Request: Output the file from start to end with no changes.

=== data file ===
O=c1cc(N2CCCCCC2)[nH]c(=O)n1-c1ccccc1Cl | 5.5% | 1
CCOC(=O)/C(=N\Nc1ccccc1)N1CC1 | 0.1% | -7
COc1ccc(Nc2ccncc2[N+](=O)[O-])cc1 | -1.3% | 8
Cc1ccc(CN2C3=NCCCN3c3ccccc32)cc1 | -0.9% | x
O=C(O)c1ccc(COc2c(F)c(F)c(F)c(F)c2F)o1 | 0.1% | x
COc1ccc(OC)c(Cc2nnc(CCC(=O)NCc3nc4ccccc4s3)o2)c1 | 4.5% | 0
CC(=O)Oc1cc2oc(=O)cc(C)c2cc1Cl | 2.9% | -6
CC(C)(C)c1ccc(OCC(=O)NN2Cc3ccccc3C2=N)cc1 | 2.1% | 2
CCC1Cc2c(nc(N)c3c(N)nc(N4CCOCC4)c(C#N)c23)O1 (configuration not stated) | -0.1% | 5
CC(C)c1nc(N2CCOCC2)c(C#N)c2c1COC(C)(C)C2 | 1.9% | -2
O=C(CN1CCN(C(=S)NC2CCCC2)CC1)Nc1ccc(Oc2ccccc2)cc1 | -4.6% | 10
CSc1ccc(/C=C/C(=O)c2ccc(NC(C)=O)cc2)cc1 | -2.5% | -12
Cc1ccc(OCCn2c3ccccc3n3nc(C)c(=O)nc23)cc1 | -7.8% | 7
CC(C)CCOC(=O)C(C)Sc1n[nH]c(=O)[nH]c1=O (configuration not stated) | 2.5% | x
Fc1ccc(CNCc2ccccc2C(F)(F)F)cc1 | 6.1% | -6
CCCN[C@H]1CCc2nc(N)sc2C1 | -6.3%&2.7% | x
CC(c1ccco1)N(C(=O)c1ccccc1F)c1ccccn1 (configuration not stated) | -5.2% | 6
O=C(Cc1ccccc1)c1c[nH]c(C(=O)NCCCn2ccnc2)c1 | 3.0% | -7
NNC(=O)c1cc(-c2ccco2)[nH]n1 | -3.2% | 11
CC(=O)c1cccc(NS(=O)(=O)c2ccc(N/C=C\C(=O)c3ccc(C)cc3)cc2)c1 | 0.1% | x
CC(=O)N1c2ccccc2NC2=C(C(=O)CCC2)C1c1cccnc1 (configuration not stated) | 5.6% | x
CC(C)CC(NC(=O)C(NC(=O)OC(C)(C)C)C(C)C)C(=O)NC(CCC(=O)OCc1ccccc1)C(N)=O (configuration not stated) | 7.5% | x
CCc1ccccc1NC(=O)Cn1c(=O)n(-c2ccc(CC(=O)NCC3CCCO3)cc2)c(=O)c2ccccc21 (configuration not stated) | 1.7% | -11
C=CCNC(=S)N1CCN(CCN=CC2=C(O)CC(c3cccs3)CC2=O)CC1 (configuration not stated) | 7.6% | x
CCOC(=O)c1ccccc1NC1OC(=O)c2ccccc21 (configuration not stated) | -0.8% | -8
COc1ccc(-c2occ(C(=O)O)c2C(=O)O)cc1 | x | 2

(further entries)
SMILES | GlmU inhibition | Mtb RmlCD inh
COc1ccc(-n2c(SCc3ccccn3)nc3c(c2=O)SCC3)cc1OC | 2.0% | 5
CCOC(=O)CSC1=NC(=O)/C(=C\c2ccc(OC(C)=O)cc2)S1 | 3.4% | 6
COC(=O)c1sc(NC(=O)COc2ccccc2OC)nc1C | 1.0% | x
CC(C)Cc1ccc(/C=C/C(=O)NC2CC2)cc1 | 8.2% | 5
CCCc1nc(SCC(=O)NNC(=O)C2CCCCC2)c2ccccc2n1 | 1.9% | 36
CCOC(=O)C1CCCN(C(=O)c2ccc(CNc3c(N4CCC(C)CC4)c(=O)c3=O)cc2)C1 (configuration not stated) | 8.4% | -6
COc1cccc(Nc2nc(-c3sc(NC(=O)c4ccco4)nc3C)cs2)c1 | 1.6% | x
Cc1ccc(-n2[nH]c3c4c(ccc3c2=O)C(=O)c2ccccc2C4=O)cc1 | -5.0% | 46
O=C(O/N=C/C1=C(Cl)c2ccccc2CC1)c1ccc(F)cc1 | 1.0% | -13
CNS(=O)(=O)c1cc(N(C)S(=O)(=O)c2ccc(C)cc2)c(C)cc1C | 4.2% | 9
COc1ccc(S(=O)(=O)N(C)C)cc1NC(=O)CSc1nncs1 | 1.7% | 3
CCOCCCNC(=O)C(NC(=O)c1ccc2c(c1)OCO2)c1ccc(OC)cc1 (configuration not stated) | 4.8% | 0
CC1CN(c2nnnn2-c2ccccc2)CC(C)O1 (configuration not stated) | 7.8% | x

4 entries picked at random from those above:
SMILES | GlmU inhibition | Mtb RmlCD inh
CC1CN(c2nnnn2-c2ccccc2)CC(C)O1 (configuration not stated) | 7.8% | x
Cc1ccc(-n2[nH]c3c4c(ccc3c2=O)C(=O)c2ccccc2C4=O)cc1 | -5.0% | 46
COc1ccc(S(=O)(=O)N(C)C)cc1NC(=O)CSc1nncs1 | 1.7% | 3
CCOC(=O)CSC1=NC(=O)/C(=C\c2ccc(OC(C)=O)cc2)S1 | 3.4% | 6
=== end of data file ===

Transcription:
O=c1cc(N2CCCCCC2)[nH]c(=O)n1-c1ccccc1Cl | 5.5% | 1
CCOC(=O)/C(=N\Nc1ccccc1)N1CC1 | 0.1% | -7
COc1ccc(Nc2ccncc2[N+](=O)[O-])cc1 | -1.3% | 8
Cc1ccc(CN2C3=NCCCN3c3ccccc32)cc1 | -0.9% | x
O=C(O)c1ccc(COc2c(F)c(F)c(F)c(F)c2F)o1 | 0.1% | x
COc1ccc(OC)c(Cc2nnc(CCC(=O)NCc3nc4ccccc4s3)o2)c1 | 4.5% | 0
CC(=O)Oc1cc2oc(=O)cc(C)c2cc1Cl | 2.9% | -6
CC(C)(C)c1ccc(OCC(=O)NN2Cc3ccccc3C2=N)cc1 | 2.1% | 2
CCC1Cc2c(nc(N)c3c(N)nc(N4CCOCC4)c(C#N)c23)O1 (configuration not stated) | -0.1% | 5
CC(C)c1nc(N2CCOCC2)c(C#N)c2c1COC(C)(C)C2 | 1.9% | -2
O=C(CN1CCN(C(=S)NC2CCCC2)CC1)Nc1ccc(Oc2ccccc2)cc1 | -4.6% | 10
CSc1ccc(/C=C/C(=O)c2ccc(NC(C)=O)cc2)cc1 | -2.5% | -12
Cc1ccc(OCCn2c3ccccc3n3nc(C)c(=O)nc23)cc1 | -7.8% | 7
CC(C)CCOC(=O)C(C)Sc1n[nH]c(=O)[nH]c1=O (configuration not stated) | 2.5% | x
Fc1ccc(CNCc2ccccc2C(F)(F)F)cc1 | 6.1% | -6
CCCN[C@H]1CCc2nc(N)sc2C1 | -6.3%&2.7% | x
CC(c1ccco1)N(C(=O)c1ccccc1F)c1ccccn1 (configuration not stated) | -5.2% | 6
O=C(Cc1ccccc1)c1c[nH]c(C(=O)NCCCn2ccnc2)c1 | 3.0% | -7
NNC(=O)c1cc(-c2ccco2)[nH]n1 | -3.2% | 11
CC(=O)c1cccc(NS(=O)(=O)c2ccc(N/C=C\C(=O)c3ccc(C)cc3)cc2)c1 | 0.1% | x
CC(=O)N1c2ccccc2NC2=C(C(=O)CCC2)C1c1cccnc1 (configuration not stated) | 5.6% | x
CC(C)CC(NC(=O)C(NC(=O)OC(C)(C)C)C(C)C)C(=O)NC(CCC(=O)OCc1ccccc1)C(N)=O (configuration not stated) | 7.5% | x
CCc1ccccc1NC(=O)Cn1c(=O)n(-c2ccc(CC(=O)NCC3CCCO3)cc2)c(=O)c2ccccc21 (configuration not stated) | 1.7% | -11
C=CCNC(=S)N1CCN(CCN=CC2=C(O)CC(c3cccs3)CC2=O)CC1 (configuration not stated) | 7.6% | x
CCOC(=O)c1ccccc1NC1OC(=O)c2ccccc21 (configuration not stated) | -0.8% | -8
COc1ccc(-c2occ(C(=O)O)c2C(=O)O)cc1 | x | 2

(further entries)
SMILES | GlmU inhibition | Mtb RmlCD inh
COc1ccc(-n2c(SCc3ccccn3)nc3c(c2=O)SCC3)cc1OC | 2.0% | 5
CCOC(=O)CSC1=NC(=O)/C(=C\c2ccc(OC(C)=O)cc2)S1 | 3.4% | 6
COC(=O)c1sc(NC(=O)COc2ccccc2OC)nc1C | 1.0% | x
CC(C)Cc1ccc(/C=C/C(=O)NC2CC2)cc1 | 8.2% | 5
CCCc1nc(SCC(=O)NNC(=O)C2CCCCC2)c2ccccc2n1 | 1.9% | 36
CCOC(=O)C1CCCN(C(=O)c2ccc(CNc3c(N4CCC(C)CC4)c(=O)c3=O)cc2)C1 (configuration not stated) | 8.4% | -6
COc1cccc(Nc2nc(-c3sc(NC(=O)c4ccco4)nc3C)cs2)c1 | 1.6% | x
Cc1ccc(-n2[nH]c3c4c(ccc3c2=O)C(=O)c2ccccc2C4=O)cc1 | -5.0% | 46
O=C(O/N=C/C1=C(Cl)c2ccccc2CC1)c1ccc(F)cc1 | 1.0% | -13
CNS(=O)(=O)c1cc(N(C)S(=O)(=O)c2ccc(C)cc2)c(C)cc1C | 4.2% | 9
COc1ccc(S(=O)(=O)N(C)C)cc1NC(=O)CSc1nncs1 | 1.7% | 3
CCOCCCNC(=O)C(NC(=O)c1ccc2c(c1)OCO2)c1ccc(OC)cc1 (configuration not stated) | 4.8% | 0
CC1CN(c2nnnn2-c2ccccc2)CC(C)O1 (configuration not stated) | 7.8% | x

4 entries picked at random from those above:
SMILES | GlmU inhibition | Mtb RmlCD inh
CC1CN(c2nnnn2-c2ccccc2)CC(C)O1 (configuration not stated) | 7.8% | x
Cc1ccc(-n2[nH]c3c4c(ccc3c2=O)C(=O)c2ccccc2C4=O)cc1 | -5.0% | 46
COc1ccc(S(=O)(=O)N(C)C)cc1NC(=O)CSc1nncs1 | 1.7% | 3
CCOC(=O)CSC1=NC(=O)/C(=C\c2ccc(OC(C)=O)cc2)S1 | 3.4% | 6